Public Affairs Specialist
Served 1977 – 2007
Jim Eckles was raised in Lincoln, Nebraska where he attended the University of Nebraska, majoring in English literature and psychology. He then earned his Masters Degree in English lit from the University of Washington in Seattle.
Eckles came to the White Sands Public Affairs Office in 1977 as a Department of Army intern. On arrival, he was pushed to learn as much about the missile range as possible. He wrote news releases and feature stories about White Sands capabilities, weapons systems under test, and the people who made it all work. In addition, he conducted tours and escorted visitors all over the range – to places like the Optics Lab, the Nuclear Effects fast-burst reactor, the Navy launch complexes, Trinity Site, and Victorio Peak.
That knowledge paid off when KOBE radio asked him to do a short radio spot every morning during the WSMR morning drive time. From 1992 to 2003, Eckles interacted with the morning DJ to talk about some aspect of White Sands. He was on the air about 2,400 times and often had to fall back on his diverse knowledge for a meaningful topic each and every day.
With his interest in the White Sands history before 1940, Eckles was always ready to arrange and escort former WSMR ranchers to their homes for a visit. At first, range officials were reluctant to allow the visits without a great deal of security. Eckles was able to demonstrate the visits could be done safely and easily by himself and other Public Affairs staff members. Because of Eckles, many family reunions were held on the old ranches.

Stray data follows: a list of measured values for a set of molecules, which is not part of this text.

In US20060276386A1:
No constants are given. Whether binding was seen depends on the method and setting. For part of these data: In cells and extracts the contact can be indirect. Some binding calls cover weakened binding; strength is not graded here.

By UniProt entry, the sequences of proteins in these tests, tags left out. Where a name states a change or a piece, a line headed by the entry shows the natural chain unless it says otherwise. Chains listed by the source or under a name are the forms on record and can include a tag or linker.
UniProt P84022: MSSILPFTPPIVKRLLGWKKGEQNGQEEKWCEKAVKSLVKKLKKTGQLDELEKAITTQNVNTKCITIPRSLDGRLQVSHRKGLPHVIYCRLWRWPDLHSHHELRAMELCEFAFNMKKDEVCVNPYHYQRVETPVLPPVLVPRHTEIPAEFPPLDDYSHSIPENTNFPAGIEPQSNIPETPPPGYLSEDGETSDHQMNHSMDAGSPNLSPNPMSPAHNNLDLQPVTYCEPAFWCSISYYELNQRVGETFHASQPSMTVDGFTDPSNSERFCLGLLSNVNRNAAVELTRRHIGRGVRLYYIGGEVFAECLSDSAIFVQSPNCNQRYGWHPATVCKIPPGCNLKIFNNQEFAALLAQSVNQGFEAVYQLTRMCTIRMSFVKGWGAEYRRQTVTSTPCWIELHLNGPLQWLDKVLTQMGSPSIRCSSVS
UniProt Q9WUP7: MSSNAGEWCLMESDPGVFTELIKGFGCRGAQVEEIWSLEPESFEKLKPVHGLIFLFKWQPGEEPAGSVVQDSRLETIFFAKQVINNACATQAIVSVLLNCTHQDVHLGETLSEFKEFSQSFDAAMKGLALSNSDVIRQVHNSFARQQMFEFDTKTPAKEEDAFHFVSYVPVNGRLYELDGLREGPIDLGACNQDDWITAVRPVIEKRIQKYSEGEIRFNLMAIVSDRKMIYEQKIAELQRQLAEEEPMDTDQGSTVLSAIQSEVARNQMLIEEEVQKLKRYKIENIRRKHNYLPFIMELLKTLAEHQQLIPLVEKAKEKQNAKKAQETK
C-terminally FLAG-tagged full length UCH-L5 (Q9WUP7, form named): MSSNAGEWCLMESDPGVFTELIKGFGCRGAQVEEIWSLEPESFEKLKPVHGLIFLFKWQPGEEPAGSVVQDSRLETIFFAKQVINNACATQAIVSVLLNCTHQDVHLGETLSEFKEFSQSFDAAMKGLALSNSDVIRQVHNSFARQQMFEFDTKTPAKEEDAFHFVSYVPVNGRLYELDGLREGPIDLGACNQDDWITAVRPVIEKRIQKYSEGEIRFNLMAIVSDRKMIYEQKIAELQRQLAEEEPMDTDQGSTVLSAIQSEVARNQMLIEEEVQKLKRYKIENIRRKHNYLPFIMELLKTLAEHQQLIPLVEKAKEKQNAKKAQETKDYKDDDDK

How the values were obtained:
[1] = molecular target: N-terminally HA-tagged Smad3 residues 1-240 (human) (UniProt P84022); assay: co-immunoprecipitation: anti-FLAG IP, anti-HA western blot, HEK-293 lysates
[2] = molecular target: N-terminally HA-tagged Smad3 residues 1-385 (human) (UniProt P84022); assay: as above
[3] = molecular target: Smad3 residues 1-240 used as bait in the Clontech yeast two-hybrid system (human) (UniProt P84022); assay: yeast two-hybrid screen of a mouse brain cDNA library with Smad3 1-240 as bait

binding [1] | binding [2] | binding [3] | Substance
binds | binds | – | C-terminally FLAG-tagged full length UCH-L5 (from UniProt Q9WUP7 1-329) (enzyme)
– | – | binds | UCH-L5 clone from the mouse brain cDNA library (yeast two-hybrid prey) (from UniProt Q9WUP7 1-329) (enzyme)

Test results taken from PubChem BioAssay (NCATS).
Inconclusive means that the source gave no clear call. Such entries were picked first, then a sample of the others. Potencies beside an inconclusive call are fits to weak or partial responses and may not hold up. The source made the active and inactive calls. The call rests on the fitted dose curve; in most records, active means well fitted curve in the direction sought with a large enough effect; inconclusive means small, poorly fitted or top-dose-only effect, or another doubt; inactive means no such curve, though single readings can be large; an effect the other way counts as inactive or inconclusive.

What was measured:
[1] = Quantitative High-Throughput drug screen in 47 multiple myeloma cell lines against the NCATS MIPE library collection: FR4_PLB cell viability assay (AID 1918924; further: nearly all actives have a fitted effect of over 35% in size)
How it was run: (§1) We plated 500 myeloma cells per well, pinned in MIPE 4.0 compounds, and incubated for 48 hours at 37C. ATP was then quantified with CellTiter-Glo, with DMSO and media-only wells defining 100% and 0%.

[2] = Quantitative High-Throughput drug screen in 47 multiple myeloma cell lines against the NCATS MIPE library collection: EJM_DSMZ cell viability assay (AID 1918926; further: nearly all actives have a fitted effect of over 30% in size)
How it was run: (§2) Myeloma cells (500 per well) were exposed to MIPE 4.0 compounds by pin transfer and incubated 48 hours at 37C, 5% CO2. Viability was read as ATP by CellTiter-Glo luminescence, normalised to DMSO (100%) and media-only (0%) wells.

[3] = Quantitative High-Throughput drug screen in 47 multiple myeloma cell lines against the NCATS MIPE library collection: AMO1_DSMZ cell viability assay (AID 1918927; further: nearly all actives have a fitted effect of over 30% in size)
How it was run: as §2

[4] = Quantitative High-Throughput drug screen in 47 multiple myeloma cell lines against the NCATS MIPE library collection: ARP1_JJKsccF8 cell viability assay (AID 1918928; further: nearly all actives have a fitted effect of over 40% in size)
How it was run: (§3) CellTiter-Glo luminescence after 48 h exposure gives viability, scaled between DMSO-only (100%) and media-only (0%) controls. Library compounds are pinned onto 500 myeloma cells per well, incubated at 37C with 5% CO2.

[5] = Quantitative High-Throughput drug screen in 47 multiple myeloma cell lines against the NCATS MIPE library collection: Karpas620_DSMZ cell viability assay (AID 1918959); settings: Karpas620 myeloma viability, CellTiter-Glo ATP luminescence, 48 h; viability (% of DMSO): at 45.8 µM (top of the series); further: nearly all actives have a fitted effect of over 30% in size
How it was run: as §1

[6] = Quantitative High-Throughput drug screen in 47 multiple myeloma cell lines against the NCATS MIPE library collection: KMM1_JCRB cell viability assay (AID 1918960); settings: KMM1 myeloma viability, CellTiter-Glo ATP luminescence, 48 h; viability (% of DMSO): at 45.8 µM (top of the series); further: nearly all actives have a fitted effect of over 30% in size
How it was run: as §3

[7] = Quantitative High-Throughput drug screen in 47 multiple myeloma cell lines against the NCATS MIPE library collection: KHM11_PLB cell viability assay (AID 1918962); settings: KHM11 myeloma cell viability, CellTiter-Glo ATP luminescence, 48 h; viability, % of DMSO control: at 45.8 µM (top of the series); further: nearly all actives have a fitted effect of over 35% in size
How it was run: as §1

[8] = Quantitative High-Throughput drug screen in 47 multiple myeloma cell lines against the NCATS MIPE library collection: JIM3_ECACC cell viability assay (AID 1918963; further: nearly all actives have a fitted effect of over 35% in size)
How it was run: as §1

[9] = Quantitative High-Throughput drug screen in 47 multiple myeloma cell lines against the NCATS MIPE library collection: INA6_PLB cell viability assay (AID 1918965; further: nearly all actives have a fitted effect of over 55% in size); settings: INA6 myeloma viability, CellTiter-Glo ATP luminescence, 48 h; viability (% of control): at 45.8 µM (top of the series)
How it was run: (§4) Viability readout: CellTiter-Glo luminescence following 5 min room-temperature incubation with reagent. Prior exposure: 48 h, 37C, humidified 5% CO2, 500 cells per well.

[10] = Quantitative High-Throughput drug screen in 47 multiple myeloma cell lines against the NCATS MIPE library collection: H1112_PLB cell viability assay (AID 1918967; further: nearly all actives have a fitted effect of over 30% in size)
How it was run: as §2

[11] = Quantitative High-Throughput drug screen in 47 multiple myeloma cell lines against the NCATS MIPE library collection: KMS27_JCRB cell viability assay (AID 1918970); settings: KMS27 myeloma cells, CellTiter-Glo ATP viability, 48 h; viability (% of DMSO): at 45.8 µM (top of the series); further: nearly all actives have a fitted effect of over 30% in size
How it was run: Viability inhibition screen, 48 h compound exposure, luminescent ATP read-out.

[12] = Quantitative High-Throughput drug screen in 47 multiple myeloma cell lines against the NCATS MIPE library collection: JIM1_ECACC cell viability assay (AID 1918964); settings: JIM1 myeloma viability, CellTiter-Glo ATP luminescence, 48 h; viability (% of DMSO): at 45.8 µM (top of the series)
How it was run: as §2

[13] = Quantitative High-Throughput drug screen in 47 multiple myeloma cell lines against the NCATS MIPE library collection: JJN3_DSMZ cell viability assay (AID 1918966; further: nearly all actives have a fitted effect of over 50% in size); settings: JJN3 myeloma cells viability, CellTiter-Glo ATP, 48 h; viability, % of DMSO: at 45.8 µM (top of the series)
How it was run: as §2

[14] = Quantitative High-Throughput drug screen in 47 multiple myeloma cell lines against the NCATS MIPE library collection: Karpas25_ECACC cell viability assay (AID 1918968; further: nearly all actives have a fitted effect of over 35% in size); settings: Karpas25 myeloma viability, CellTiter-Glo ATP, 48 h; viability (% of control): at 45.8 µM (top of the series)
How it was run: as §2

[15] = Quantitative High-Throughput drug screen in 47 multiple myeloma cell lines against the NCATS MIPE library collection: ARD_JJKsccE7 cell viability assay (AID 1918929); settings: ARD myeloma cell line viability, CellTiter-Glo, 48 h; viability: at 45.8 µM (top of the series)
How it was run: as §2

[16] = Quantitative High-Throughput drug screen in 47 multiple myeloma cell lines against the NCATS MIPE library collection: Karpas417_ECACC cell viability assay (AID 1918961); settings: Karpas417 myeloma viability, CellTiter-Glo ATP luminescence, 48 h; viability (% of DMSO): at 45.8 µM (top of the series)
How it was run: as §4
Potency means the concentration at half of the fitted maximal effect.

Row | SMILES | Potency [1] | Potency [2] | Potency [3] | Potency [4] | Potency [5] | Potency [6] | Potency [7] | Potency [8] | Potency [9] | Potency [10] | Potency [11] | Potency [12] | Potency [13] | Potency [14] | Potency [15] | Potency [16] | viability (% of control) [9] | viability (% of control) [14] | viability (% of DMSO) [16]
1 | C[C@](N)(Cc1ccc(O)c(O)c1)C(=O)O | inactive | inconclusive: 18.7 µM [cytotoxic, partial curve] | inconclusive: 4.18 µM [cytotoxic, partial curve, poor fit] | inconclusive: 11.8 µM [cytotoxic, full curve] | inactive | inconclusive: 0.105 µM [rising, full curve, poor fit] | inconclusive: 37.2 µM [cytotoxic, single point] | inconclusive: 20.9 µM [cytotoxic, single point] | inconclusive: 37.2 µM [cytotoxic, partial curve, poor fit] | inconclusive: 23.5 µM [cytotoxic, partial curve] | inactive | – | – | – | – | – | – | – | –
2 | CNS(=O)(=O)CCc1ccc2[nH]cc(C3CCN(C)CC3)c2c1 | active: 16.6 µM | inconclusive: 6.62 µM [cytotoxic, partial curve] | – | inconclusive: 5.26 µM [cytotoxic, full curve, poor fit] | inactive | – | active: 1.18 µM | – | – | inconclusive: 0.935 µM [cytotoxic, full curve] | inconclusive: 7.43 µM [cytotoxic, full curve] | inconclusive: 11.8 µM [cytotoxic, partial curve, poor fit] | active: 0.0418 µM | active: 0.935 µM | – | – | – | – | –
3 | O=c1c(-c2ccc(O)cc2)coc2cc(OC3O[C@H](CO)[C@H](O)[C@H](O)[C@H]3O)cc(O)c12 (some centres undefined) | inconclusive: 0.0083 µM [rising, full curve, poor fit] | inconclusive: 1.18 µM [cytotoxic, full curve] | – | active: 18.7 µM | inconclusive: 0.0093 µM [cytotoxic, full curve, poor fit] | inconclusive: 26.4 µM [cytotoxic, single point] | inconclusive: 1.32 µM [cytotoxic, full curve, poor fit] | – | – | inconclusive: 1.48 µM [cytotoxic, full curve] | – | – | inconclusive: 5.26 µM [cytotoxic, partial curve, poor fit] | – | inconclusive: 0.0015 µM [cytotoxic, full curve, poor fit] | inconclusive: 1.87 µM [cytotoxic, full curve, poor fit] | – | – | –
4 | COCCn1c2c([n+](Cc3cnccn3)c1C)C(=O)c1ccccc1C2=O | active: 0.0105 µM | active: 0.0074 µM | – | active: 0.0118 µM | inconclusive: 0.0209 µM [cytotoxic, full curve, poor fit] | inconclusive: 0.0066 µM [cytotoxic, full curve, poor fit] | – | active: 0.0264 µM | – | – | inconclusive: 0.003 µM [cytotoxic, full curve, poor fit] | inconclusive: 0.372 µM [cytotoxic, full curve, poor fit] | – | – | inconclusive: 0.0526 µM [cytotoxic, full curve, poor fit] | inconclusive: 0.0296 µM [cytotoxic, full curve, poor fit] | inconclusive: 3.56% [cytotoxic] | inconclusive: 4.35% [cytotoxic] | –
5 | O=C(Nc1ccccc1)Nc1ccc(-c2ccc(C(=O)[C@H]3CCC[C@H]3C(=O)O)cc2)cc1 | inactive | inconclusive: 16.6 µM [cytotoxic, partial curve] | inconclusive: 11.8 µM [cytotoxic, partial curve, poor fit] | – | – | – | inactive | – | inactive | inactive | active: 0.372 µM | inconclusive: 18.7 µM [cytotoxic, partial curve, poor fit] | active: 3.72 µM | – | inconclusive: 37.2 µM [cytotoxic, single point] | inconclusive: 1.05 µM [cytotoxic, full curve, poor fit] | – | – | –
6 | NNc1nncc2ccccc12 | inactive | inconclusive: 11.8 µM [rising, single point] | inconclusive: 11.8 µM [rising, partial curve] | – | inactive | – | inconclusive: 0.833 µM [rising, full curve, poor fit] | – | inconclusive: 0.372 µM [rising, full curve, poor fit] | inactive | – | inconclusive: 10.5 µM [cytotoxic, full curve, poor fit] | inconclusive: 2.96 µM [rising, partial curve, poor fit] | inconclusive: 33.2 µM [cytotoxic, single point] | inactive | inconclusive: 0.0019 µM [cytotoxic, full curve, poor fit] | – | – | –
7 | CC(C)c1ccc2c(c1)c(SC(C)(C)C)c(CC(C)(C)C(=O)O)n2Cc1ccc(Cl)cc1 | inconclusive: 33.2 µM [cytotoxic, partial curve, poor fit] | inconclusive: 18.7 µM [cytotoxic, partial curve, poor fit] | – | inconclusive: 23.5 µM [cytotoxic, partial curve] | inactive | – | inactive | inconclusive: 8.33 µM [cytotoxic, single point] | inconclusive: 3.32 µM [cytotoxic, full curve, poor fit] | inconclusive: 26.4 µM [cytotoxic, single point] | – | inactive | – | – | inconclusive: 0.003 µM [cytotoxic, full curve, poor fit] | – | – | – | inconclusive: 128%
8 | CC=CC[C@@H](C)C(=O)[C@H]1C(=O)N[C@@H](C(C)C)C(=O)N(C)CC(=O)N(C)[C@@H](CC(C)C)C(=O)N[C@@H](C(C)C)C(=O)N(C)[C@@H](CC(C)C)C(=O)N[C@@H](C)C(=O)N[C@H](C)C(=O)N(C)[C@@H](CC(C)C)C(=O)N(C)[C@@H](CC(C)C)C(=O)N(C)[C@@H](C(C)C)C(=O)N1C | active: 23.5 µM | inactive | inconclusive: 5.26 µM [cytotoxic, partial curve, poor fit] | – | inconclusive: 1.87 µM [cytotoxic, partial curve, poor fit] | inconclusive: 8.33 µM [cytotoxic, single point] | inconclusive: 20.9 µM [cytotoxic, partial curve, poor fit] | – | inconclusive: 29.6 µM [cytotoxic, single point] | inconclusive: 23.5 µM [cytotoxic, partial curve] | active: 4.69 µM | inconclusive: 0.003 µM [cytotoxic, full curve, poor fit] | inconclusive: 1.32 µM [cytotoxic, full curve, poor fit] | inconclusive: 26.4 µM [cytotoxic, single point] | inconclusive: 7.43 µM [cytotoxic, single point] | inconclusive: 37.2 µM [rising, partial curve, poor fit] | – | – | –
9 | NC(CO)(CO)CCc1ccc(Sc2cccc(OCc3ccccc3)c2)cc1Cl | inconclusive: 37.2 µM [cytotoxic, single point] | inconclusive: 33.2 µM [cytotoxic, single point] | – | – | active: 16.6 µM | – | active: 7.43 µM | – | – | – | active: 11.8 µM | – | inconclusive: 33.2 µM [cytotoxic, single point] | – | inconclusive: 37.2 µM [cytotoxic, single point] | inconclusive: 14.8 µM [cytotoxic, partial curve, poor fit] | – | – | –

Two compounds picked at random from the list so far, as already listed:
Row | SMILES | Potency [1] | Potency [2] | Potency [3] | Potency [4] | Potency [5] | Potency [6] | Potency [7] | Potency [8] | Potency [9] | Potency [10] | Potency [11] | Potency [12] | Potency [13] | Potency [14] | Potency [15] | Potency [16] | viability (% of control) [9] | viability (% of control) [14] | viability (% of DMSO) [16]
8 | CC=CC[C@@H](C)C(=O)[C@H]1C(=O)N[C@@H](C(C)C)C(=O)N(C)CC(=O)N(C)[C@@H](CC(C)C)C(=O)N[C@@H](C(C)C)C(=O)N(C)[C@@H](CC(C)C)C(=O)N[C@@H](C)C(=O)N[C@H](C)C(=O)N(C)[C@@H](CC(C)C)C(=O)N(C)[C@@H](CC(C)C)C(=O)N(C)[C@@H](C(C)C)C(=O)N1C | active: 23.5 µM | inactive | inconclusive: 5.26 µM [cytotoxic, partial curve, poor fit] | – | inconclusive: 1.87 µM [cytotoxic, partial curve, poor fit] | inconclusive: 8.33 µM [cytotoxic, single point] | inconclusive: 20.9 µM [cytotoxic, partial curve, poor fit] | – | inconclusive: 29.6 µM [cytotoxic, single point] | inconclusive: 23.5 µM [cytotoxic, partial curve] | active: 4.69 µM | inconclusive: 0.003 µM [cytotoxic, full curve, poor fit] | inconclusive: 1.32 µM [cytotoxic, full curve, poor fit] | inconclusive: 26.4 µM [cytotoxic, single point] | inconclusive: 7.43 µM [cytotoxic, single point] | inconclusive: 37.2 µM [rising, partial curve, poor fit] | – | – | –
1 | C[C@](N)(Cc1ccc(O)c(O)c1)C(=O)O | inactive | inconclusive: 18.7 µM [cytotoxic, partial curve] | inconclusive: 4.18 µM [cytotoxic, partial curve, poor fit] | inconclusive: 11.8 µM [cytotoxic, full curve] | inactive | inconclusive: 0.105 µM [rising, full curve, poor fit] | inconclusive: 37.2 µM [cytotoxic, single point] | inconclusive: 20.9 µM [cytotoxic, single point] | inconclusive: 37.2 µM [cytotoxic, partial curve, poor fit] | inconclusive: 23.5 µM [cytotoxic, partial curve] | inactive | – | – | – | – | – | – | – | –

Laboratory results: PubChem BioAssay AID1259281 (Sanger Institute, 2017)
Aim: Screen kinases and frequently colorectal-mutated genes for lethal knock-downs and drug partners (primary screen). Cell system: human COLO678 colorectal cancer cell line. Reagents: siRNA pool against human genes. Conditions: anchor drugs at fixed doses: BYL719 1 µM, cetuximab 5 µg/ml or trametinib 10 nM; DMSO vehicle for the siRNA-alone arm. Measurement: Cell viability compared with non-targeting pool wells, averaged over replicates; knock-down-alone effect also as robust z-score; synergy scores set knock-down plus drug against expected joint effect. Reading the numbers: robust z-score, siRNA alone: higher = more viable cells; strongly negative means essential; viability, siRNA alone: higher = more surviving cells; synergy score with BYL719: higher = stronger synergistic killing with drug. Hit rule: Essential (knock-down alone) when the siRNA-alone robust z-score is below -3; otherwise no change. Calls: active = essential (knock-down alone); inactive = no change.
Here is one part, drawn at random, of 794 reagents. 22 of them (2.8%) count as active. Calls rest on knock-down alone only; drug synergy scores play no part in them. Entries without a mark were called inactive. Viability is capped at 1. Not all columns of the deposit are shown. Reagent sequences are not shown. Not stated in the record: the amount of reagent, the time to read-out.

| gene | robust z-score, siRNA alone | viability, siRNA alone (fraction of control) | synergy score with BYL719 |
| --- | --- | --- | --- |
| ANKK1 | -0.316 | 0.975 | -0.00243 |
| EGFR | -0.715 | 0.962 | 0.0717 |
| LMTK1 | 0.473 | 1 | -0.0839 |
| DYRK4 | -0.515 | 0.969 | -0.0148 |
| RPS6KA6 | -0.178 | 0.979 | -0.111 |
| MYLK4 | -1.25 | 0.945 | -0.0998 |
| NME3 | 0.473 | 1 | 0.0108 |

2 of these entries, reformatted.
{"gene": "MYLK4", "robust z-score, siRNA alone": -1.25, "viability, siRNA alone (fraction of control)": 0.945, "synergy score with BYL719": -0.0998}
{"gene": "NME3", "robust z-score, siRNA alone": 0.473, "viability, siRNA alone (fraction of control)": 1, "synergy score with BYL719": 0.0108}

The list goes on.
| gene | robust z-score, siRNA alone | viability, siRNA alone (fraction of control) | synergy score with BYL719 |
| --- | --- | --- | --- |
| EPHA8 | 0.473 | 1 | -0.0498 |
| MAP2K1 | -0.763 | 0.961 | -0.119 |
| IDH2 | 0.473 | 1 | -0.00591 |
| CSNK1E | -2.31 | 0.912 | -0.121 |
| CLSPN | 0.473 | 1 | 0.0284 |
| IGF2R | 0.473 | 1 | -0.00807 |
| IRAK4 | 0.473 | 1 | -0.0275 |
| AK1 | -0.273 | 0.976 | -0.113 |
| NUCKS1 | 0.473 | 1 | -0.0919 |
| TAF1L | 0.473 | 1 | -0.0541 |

In return Eckles learned a great deal about what it was like living in such remote locations during the early 20th century. Also, he learned about the rancher side of the militarization of the Tularosa Basin. Often he was able to communicate that side of the story to missile range officials so they understood current attitudes.
His enthusiasm for the landscape and complex history of WSMR rubbed off on others. Employees were always asking about the UPRANGE areas. Eckles devised a plan to periodically take a busload of employees for the day to see many of the places they had only heard about. This program ran for many years.
Because of his historical knowledge, Eckles proved to be the go-to guy for many of the commemorative signs on WSMR. The Environmental Office obtained the funds and asked Eckles to write and design the signs for the national historic landmarks – Trinity Site and Launch Complex 33. There are two dozen signs a Trinity Site alone. He also created the interpretive signs for the Nike Hercules and the U.S. Fish and Wildlife Service’s kiosk at San Augustin Pass.
Early on, Eckles understood the potential of the Internet. When Public Affairs was first offered a page on the fledgling WSMR website, Eckles jumped in. Working mostly from home, he turned the office’s information material – fact sheets, handouts, photos and other materials – into digital data. While most organizations simply had their phone number and an address posted, Public Affairs had most of its printed material available on line. The Trinity Site section alone had dozens of photos, visitor’s guide, attendance numbers, maps, eyewitness reports and more.
Eckles was noticed for his extra effort and in 1990 he was given the Test and Evaluation Command’s Professionalism Award. In 1998, he was selected as one of six WSMR employees nominated for the New Mexico Distinguished Public Service Awards. In 1999, he was selected as the WSMR Civilian of the Year in the Professional Category.
Finally, Eckles was often called on to tell some aspect of the White Sands story downtown. Over the years, he spoke to groups in places as far away as Albuquerque, Belen, Roswell and Carlsbad as well as those communities surrounding WSMR. Since he retired, it is something he has continued as people want to hear his “range tales.”
Eckles retired from WSMR in 2007 and lives in Las Cruces.